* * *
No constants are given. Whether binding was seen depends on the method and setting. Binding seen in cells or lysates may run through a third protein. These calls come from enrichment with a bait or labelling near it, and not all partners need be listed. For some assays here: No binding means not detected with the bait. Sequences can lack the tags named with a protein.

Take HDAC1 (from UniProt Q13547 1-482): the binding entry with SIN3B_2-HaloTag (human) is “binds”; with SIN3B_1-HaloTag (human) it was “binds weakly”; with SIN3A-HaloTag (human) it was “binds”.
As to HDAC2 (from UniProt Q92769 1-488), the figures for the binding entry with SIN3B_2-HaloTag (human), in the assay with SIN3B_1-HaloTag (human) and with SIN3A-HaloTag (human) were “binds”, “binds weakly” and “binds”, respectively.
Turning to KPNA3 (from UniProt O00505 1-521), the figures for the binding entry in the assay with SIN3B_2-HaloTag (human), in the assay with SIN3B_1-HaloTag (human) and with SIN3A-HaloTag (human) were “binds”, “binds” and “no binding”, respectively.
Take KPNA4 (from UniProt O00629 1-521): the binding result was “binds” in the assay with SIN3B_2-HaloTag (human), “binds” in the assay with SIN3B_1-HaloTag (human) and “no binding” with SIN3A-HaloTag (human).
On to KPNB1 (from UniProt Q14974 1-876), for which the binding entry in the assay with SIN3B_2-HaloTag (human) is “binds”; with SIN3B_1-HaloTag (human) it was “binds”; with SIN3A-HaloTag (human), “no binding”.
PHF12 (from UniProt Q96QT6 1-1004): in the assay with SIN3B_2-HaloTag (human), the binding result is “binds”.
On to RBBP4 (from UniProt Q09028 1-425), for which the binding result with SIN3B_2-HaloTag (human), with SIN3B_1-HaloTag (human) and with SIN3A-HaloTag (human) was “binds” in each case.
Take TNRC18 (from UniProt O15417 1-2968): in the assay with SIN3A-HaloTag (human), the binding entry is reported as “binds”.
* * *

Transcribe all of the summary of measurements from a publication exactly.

No constants are given. Whether binding was seen depends on the method and setting. Binding seen in cells or lysates may run through a third protein. These calls come from enrichment with a bait or labelling near it, and not all partners need be listed. For some assays here: No binding means not detected with the bait. Sequences can lack the tags named with a protein.

Take HDAC1 (from UniProt Q13547 1-482): the binding entry with SIN3B_2-HaloTag (human) is “binds”; with SIN3B_1-HaloTag (human) it was “binds weakly”; with SIN3A-HaloTag (human) it was “binds”.
As to HDAC2 (from UniProt Q92769 1-488), the figures for the binding entry with SIN3B_2-HaloTag (human), in the assay with SIN3B_1-HaloTag (human) and with SIN3A-HaloTag (human) were “binds”, “binds weakly” and “binds”, respectively.
Turning to KPNA3 (from UniProt O00505 1-521), the figures for the binding entry in the assay with SIN3B_2-HaloTag (human), in the assay with SIN3B_1-HaloTag (human) and with SIN3A-HaloTag (human) were “binds”, “binds” and “no binding”, respectively.
Take KPNA4 (from UniProt O00629 1-521): the binding result was “binds” in the assay with SIN3B_2-HaloTag (human), “binds” in the assay with SIN3B_1-HaloTag (human) and “no binding” with SIN3A-HaloTag (human).
On to KPNB1 (from UniProt Q14974 1-876), for which the binding entry in the assay with SIN3B_2-HaloTag (human) is “binds”; with SIN3B_1-HaloTag (human) it was “binds”; with SIN3A-HaloTag (human), “no binding”.
PHF12 (from UniProt Q96QT6 1-1004): in the assay with SIN3B_2-HaloTag (human), the binding result is “binds”.
On to RBBP4 (from UniProt Q09028 1-425), for which the binding result with SIN3B_2-HaloTag (human), with SIN3B_1-HaloTag (human) and with SIN3A-HaloTag (human) was “binds” in each case.
Take TNRC18 (from UniProt O15417 1-2968): in the assay with SIN3A-HaloTag (human), the binding entry is reported as “binds”.